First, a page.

About half the respondents say they are concerned about the threat of a smallpox attack and think last month's anthrax attacks are the beginning of an extended terrorist campaign, according to the poll conducted by ICR of Media, Pa.

The survey comes on the heels of a U.S. decision not to destroy its stockpile of smallpox vaccine. The Centers for Disease Control and Prevention will keep the deadly germ hidden but on hand in case it is needed to fend off a bioterrorist attack, according to CNN.

If someone can make smallpox into a weapon, we may need more new vaccines to deal with it, said one official. And the way to research drugs is by using the live virus.

The United States and Russia are the only two nations with a known stockpile of the virus, but some experts are concerned that some of Russia's stock may have leaked into nations like Iraq and into terrorists' hands.

The Clinton administration was leaning toward destroying the virus. Smallpox was declared eradicated worldwide several decades ago by the World Health Organization, and it was felt keeping such a virus on hand was unnecessary.


New AMA Chief Draws Fire

The American Medical Association today named as its new top executive the president of a trade group for the over-the-counter drug and dietary supplement industries, the Associated Press reported.

Dr. Michael D. Maves replaces Dr. E. Ratcliffe Anderson, who was fired in June in a dispute about his authority over the nation's largest group of physicians. Maves, 53, is a head and neck physician who leads the Washington, D.C.-based Consumer Healthcare Products Association, a 120-year-old national trade group representing U.S. makers of nonprescription drugs and dietary supplements.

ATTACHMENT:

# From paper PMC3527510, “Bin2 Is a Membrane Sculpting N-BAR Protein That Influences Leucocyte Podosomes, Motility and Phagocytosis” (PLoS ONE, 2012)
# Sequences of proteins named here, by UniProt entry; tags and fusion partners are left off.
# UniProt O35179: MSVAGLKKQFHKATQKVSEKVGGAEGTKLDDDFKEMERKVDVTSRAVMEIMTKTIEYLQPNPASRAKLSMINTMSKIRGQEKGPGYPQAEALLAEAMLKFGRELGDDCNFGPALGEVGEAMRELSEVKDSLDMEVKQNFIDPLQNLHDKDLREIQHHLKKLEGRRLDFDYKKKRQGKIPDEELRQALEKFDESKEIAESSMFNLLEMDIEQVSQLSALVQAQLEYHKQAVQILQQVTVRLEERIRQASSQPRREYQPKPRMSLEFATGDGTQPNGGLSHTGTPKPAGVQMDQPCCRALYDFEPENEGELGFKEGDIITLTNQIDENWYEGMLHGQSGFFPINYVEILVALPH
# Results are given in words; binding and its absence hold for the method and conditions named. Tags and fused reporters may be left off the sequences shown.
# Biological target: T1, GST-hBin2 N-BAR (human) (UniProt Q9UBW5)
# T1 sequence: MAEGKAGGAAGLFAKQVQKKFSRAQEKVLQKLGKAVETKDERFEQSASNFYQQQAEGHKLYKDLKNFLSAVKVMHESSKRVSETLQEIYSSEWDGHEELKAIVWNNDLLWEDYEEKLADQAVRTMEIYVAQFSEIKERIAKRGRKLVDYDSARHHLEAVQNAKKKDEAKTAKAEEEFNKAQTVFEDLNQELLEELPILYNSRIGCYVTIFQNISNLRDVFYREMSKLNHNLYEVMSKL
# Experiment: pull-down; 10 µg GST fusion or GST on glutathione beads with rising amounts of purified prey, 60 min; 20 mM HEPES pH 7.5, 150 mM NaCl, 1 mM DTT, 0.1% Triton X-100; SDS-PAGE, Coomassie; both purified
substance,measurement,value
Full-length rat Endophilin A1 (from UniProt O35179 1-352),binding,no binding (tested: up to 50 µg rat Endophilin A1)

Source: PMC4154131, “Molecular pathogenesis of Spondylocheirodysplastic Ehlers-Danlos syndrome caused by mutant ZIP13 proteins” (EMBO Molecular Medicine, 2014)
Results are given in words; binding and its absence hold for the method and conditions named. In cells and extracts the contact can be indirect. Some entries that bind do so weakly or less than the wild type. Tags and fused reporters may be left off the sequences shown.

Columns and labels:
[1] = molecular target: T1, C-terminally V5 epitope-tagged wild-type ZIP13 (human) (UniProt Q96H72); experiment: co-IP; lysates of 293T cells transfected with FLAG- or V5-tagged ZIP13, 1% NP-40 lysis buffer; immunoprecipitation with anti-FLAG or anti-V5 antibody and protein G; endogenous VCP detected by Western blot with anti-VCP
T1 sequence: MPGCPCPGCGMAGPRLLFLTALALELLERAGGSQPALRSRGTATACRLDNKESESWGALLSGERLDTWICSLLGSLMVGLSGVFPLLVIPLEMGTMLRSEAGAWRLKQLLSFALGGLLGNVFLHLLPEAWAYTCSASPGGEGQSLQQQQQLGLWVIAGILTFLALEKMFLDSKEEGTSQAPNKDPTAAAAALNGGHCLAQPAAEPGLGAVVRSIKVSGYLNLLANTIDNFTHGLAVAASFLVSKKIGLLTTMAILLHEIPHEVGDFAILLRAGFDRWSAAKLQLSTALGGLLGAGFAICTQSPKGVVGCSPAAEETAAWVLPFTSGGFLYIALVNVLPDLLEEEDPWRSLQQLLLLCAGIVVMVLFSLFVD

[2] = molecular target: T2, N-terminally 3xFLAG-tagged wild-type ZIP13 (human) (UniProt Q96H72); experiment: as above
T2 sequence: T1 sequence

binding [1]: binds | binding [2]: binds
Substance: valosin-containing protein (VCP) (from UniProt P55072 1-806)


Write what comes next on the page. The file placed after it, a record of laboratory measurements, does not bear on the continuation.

The AMA touted Maves' previous involvement in other medical groups, including a five-year stint as executive vice president of the American Academy of Otolaryngology-Head and Neck Surgery.

But his appointment drew immediate fire from AMA critics, who said his efforts on behalf of the unregulated dietary supplement industry will undermine the AMA's reputation.

It's "a very odd choice,'' said Dr. Jerome Kassirer, professor at Tufts and Yale University and a former editor of The New England Journal of Medicine.


Relax Your Way to Better Health

Researchers have come up with more evidence that self-hypnosis and other relaxation techniques can strengthen your immune system, HealthDay reported.